Neil Price’s history of the Vikings offers a modern and academic perspective on a long-dead race and a culture, originating in Scandinavia, whose influence and destiny are an integral part of the UK’s story.
It was an interest in learning more about this shared cultural heritage with the Danes who led raids on our island, as well as Ireland, that drew me to The Children of Ash & Elm. I’d studied classics and consequently had little time for the post-Roman period in my formative years. Humility comes with age (if at all), and so it was time to learn more about the Vikings and their influence on the world, and separate the myths (horned helmets) from the facts. Price’s book has been a solid place to start.
He opens with the gods, and the religious beliefs of the Vikings, which is where the enigmatic title comes from. Most readers will have heard of Valhalla (or, as I learned, more correctly in old Norse, it is ‘Valhöll’). The great hall of the slain in Asgard, ruled over by Odin, is perhaps the foremost Viking legend in the popular psyche. Price goes into more detail about the origin stories of the Norse religion, but my nagging feeling was that although mythological beliefs are important to understanding a culture, it’s hard to get grounded in the supernatural, which might have been better to postpone until introductions had been made.
Thankfully, plenty of discussion of the daily lives of the Vikings occupies the following chapters. The opening summary of Viking deities and their shared belief system at least serves to direct the reader to understand that the book is not a chronological historical account of an epoch from rise to fall, but instead an overview of aspects of Viking culture, taken in turn.
There is the sense in the earliest chapters of the book that the author is trying too hard to make his text relevant, inclusive, and modern. This leads to moments where the reader is taken out of the narrative. There are strong reasons why historians don’t judge ancestors by the standards and behaviours of their own time and place. Cultural norms vary over generations and geography. It’s more a little disconcerting, therefore, to read Price unapologetically labelling Vikings as ‘misogynistic’ and ‘homophobic’ – words that would have had no meaning or resonance in the Viking era. Finding skeletal remains, Price says of determining the deceased’s sex, “but it is not at all the same as gendering them: this is beyond the reach of science.” On the same page we are warned against, “the obvious problems of conflating sex and gender” that could lead biased archaeologists to form a “potentially vast misreading of Viking-Age gender”. We are invited to speculate that perhaps there was a thriving Viking non-binary community: if only they had thought to announce their pronouns on their runestones.
Further into the book Price expresses horror that the Vikings practised slavery, as well as sexual slavery, though such practices were hardly unique to the Vikings. They were universal to almost every human society at one time or another until more recent times, and even then, only coming to an end among some cultures. It is possible to simultaneously recognise the barbaric and cruel cultural practices of our ancestors and retain admiration for their achievements.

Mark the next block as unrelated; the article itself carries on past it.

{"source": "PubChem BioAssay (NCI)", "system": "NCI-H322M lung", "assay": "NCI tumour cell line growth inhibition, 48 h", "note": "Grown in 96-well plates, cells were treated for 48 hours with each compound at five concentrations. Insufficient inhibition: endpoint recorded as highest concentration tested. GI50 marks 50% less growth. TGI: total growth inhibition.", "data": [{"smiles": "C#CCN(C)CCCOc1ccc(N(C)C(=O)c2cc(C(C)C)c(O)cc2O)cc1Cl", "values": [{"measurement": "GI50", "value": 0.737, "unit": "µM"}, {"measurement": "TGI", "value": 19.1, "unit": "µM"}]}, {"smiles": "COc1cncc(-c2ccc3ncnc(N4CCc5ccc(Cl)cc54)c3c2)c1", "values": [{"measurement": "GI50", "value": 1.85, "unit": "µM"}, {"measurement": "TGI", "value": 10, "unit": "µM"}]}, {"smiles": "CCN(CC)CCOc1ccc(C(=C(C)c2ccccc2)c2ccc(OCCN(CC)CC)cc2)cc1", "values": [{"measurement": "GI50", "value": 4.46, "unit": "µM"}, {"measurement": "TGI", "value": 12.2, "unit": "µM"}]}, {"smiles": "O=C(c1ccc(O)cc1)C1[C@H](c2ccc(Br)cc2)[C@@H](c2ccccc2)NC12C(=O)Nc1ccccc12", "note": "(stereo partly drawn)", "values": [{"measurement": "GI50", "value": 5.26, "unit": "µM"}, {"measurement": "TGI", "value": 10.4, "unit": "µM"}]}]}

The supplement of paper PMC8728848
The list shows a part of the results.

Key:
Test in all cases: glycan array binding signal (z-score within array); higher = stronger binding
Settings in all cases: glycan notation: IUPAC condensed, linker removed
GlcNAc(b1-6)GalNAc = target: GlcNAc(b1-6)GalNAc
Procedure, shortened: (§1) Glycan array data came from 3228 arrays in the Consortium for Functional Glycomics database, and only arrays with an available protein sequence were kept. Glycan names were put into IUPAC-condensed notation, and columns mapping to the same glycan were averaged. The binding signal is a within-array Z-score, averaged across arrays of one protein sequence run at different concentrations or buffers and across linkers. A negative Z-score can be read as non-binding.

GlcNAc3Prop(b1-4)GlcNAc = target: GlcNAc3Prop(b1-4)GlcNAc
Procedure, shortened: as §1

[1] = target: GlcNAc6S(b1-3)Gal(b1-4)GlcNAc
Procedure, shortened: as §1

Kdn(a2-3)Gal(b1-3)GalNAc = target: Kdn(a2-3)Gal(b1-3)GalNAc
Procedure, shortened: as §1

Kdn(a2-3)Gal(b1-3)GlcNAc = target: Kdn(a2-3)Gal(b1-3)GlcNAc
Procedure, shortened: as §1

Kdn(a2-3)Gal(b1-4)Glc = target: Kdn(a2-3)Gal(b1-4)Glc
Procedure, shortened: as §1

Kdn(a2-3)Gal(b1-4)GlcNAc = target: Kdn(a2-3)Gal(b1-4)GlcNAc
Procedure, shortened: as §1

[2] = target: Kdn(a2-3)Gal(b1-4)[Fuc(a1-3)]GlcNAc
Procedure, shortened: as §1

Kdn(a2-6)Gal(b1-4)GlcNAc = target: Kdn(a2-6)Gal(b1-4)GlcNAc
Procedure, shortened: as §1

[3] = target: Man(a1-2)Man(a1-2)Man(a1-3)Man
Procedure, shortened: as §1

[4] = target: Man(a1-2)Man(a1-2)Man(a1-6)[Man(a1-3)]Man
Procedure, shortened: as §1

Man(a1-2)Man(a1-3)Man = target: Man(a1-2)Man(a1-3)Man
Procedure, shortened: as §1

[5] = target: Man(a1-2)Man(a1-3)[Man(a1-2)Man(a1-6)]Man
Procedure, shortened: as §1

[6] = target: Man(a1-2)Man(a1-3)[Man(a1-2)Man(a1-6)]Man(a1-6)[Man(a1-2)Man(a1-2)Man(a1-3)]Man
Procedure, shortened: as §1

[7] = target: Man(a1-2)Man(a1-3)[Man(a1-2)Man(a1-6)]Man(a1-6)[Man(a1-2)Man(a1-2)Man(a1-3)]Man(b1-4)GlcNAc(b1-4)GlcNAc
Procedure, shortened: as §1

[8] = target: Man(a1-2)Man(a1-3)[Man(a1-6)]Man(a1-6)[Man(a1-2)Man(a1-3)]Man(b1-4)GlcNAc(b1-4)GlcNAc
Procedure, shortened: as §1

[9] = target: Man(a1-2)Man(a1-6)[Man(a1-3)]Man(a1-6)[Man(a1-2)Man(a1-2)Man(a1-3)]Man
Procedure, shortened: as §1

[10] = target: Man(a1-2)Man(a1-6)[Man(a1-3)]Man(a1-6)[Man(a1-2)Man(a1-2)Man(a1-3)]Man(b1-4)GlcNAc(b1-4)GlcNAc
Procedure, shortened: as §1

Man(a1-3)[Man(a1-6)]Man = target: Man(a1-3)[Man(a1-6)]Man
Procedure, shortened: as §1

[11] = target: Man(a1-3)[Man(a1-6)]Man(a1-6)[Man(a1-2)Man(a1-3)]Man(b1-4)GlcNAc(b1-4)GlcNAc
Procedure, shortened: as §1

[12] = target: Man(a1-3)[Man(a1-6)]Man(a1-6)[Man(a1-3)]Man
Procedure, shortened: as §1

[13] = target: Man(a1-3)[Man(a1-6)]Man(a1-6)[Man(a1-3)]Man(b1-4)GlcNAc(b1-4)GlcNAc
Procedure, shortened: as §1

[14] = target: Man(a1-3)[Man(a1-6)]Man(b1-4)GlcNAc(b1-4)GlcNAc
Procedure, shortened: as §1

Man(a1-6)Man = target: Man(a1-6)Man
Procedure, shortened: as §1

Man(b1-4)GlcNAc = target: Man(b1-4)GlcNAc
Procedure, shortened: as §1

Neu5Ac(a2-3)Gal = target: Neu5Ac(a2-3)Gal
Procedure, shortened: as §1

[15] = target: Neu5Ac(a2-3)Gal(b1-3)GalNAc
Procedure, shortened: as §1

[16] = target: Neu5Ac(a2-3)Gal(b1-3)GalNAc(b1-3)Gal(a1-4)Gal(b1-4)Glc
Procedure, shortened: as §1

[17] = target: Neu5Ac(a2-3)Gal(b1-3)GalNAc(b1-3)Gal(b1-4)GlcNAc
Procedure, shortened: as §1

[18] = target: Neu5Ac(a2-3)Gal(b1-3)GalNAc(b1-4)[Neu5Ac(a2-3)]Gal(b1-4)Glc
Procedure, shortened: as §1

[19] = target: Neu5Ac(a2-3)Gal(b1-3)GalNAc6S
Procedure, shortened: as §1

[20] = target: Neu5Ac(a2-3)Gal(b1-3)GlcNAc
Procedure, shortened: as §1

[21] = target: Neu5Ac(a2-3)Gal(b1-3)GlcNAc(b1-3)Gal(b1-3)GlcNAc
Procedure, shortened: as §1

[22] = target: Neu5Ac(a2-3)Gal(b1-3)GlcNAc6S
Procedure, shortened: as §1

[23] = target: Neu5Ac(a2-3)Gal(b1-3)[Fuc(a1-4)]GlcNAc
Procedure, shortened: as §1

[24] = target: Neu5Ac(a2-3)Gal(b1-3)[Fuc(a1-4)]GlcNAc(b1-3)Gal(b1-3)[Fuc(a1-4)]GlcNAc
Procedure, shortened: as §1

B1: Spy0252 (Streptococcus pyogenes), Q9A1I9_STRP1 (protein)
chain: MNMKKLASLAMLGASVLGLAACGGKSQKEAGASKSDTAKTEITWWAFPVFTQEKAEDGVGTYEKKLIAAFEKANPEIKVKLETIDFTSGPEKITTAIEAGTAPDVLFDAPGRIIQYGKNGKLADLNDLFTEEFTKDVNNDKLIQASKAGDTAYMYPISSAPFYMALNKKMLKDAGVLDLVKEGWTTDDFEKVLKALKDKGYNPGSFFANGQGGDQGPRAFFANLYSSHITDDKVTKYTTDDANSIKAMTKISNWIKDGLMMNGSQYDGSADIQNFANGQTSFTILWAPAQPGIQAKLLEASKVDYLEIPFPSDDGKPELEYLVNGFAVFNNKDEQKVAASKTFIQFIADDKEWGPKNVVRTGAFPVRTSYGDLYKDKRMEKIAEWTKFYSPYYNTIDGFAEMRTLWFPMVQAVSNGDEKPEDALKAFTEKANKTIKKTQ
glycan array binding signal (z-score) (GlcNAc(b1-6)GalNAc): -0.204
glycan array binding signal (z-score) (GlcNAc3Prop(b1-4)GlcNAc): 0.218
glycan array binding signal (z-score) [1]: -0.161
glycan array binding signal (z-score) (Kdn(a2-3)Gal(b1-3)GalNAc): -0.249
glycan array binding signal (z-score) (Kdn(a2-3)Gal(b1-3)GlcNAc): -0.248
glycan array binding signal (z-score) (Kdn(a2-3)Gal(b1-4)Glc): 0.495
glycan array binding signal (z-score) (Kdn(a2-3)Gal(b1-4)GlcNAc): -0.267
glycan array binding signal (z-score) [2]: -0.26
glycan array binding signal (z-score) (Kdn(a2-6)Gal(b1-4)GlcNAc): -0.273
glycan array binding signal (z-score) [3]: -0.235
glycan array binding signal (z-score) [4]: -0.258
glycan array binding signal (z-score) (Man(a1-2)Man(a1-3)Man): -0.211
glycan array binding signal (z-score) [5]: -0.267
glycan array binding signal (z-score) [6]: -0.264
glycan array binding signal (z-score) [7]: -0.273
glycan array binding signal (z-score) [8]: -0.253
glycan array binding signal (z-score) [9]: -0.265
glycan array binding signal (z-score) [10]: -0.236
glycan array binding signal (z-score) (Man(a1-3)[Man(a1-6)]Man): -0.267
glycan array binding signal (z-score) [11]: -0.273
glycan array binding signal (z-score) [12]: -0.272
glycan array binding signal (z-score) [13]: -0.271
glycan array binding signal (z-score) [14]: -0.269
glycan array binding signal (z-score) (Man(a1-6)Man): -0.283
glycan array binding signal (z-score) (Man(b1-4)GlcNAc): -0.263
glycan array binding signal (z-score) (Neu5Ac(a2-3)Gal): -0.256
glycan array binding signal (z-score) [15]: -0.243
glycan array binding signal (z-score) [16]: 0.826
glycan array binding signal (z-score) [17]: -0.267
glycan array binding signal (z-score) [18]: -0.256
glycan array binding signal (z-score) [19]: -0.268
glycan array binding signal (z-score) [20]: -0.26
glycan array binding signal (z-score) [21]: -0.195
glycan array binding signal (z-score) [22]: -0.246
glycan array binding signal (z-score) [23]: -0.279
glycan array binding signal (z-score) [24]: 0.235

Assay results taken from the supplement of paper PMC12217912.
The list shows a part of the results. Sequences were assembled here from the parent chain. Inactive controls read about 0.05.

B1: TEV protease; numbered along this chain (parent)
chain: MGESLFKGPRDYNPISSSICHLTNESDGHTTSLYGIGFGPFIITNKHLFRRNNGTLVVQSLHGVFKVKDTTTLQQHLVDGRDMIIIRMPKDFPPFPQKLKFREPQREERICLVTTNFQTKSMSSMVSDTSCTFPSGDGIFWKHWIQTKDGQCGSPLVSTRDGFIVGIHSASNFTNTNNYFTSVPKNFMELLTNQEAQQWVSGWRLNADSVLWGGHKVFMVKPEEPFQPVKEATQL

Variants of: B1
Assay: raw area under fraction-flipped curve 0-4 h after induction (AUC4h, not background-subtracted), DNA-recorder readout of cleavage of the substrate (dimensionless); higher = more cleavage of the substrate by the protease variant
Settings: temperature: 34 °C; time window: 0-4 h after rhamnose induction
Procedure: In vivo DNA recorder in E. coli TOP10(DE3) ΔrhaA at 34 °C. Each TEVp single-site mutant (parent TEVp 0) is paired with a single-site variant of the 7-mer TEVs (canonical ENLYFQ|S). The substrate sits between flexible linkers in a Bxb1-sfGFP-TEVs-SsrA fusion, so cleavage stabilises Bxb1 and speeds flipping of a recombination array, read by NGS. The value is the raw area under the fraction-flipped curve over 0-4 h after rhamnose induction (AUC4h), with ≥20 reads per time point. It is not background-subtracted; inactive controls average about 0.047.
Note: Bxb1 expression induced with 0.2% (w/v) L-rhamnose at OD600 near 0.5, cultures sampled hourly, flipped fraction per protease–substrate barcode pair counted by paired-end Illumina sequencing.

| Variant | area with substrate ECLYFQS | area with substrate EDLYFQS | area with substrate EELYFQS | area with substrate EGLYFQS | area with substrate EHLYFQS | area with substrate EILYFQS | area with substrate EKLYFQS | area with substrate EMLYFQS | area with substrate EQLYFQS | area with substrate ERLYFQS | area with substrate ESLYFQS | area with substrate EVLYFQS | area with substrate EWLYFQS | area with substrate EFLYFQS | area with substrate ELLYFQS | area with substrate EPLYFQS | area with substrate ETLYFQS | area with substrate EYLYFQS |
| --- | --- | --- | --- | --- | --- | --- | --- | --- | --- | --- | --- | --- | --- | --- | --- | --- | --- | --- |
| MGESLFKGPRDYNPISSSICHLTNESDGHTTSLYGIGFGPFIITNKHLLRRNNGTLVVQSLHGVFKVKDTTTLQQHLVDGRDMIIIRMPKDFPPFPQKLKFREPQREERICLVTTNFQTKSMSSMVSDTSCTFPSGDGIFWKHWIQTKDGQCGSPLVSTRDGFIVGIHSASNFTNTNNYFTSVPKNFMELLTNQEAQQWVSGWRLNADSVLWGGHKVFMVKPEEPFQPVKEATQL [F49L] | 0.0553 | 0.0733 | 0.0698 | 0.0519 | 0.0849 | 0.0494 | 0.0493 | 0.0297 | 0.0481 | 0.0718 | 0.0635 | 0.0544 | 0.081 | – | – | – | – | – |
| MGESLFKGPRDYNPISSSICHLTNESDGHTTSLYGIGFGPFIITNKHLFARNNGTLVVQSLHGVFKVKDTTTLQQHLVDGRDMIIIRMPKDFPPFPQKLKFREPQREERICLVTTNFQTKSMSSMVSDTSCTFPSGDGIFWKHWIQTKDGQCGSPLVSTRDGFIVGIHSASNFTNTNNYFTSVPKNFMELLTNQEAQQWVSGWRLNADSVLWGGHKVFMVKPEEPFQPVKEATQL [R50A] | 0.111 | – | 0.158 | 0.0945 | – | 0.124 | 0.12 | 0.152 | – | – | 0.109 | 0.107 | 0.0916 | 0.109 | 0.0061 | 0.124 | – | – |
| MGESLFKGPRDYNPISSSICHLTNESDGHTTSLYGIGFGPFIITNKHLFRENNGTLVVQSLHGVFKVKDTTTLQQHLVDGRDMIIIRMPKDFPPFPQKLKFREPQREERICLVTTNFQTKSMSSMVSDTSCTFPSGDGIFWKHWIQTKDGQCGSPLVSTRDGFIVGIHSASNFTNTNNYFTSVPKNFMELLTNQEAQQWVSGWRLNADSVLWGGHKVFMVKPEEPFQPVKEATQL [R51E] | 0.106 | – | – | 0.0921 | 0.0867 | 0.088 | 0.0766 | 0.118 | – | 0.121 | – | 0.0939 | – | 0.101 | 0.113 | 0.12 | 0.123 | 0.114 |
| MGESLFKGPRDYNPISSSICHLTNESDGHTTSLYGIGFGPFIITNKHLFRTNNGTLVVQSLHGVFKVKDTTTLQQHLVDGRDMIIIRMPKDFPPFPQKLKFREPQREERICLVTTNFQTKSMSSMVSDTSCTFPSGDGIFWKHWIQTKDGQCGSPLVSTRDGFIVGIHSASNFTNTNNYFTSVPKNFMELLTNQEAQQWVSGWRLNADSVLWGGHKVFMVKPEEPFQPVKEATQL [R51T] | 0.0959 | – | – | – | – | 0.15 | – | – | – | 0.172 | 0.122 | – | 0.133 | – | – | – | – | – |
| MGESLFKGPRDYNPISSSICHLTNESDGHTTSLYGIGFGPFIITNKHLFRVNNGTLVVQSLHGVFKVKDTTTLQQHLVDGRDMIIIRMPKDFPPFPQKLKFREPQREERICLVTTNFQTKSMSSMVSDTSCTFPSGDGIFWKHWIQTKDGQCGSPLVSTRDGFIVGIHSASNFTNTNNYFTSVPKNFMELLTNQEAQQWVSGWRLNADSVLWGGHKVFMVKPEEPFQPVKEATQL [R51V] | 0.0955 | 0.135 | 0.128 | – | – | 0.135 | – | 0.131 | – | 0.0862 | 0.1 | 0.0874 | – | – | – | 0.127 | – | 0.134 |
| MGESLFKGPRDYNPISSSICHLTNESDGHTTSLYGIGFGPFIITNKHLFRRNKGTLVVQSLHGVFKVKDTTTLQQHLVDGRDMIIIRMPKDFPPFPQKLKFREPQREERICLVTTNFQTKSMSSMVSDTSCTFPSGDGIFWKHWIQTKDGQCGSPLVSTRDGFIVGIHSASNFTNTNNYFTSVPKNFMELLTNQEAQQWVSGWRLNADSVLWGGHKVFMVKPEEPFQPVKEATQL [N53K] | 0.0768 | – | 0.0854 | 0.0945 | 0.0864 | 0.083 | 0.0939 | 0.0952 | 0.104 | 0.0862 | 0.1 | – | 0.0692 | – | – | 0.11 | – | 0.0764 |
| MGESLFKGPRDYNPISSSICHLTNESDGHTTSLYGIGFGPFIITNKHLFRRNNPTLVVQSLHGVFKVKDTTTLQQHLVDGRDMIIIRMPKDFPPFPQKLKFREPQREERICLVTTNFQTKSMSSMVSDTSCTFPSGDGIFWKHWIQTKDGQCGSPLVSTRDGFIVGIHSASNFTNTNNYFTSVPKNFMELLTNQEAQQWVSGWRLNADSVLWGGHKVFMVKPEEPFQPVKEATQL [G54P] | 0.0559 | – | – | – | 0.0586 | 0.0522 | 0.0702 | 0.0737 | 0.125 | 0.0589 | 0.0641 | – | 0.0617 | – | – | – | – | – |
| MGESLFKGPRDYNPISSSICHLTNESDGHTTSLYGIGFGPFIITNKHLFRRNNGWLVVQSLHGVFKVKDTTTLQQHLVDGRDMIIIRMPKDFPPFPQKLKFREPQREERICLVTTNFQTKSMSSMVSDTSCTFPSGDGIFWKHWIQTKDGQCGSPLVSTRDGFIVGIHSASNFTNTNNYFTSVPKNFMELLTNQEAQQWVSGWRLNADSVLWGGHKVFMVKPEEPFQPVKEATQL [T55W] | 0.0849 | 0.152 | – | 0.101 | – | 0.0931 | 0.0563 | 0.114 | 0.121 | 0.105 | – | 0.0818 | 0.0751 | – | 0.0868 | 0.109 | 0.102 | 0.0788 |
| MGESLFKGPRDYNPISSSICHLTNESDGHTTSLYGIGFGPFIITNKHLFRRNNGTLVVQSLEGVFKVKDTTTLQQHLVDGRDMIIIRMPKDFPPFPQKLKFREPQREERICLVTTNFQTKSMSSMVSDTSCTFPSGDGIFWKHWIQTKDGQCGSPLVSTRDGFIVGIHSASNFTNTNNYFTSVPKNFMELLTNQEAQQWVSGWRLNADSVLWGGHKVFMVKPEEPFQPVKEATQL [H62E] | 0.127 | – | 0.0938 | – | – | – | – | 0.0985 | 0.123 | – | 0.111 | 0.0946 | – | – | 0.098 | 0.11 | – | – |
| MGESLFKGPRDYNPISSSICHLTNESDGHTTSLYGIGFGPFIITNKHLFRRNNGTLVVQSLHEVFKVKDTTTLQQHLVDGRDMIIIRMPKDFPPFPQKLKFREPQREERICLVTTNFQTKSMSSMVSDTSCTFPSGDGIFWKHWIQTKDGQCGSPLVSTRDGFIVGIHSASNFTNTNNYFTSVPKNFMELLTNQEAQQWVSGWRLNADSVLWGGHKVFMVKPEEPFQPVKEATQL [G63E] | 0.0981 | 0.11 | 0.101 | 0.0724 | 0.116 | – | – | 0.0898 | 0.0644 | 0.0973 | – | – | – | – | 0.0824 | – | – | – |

Such unwarranted incursions of modern social issues projected onto a past where they don’t belong may seem harmless enough, but we have seen in recent months the ugly and intolerant results of grievance politics leading to attacks on our shared cultural heritage and even our recent history, where the Cenotaph has been vandalised. The current climate is a timely reminder for the need for our understanding of history to be dispassionate. As such, the throat-clearing found in The Children of Ash & Elm is misplaced.
Thankfully, the further one delves into The Children of Ash & Elm, the author’s unwarranted judgements become fewer and further between, and it therefore becomes easier to allow your imagination to explore the fascinating lives and rituals of the Vikings. The section on the tangible evidence for female warriors is, for example, unaccompanied by an agenda, and is all the stronger and more interesting for it. Longer chapters discuss substantial topics such as sacrifice and funeral rites. Here, when extrapolating the subject matter in which he holds expertise, Price’s writing is convincing, and often compelling. Text is enriched by often lengthy quotations from some of the epic poetry of the era, as well as translations of runestones.
The stories progress to Viking incursions on other lands, including the UK. We learn of the wars against King Alfred of Wessex (or Alfred the Great as he’s better-known) in the Ninth Century. But Price explains how, for the spreading influence of the Vikings, as far afield as Iceland, it was far from all pillage and war. Rather, he persuasively paints a picture of more than one diaspora from Scandinavia, following trade routes. The popular depiction of a race of maritime warriors in longships is softened into the less romantic sheep farmers establishing and keeping simple settlements and trading wool with their neighbours.
The Children of Ash & Elm is a good and thorough introductory tome for readers interested in understanding Viking culture and finding out what made them tick. The book is stronger at providing those insights rather than in offering an overarching historical narrative. Pleasingly, the closing chapters cohere into an account of the last days of Viking influence, including in its outposts.
Publisher: Allen Lane Publication date: 25th August 2020 Buy The Children of Ash & Elm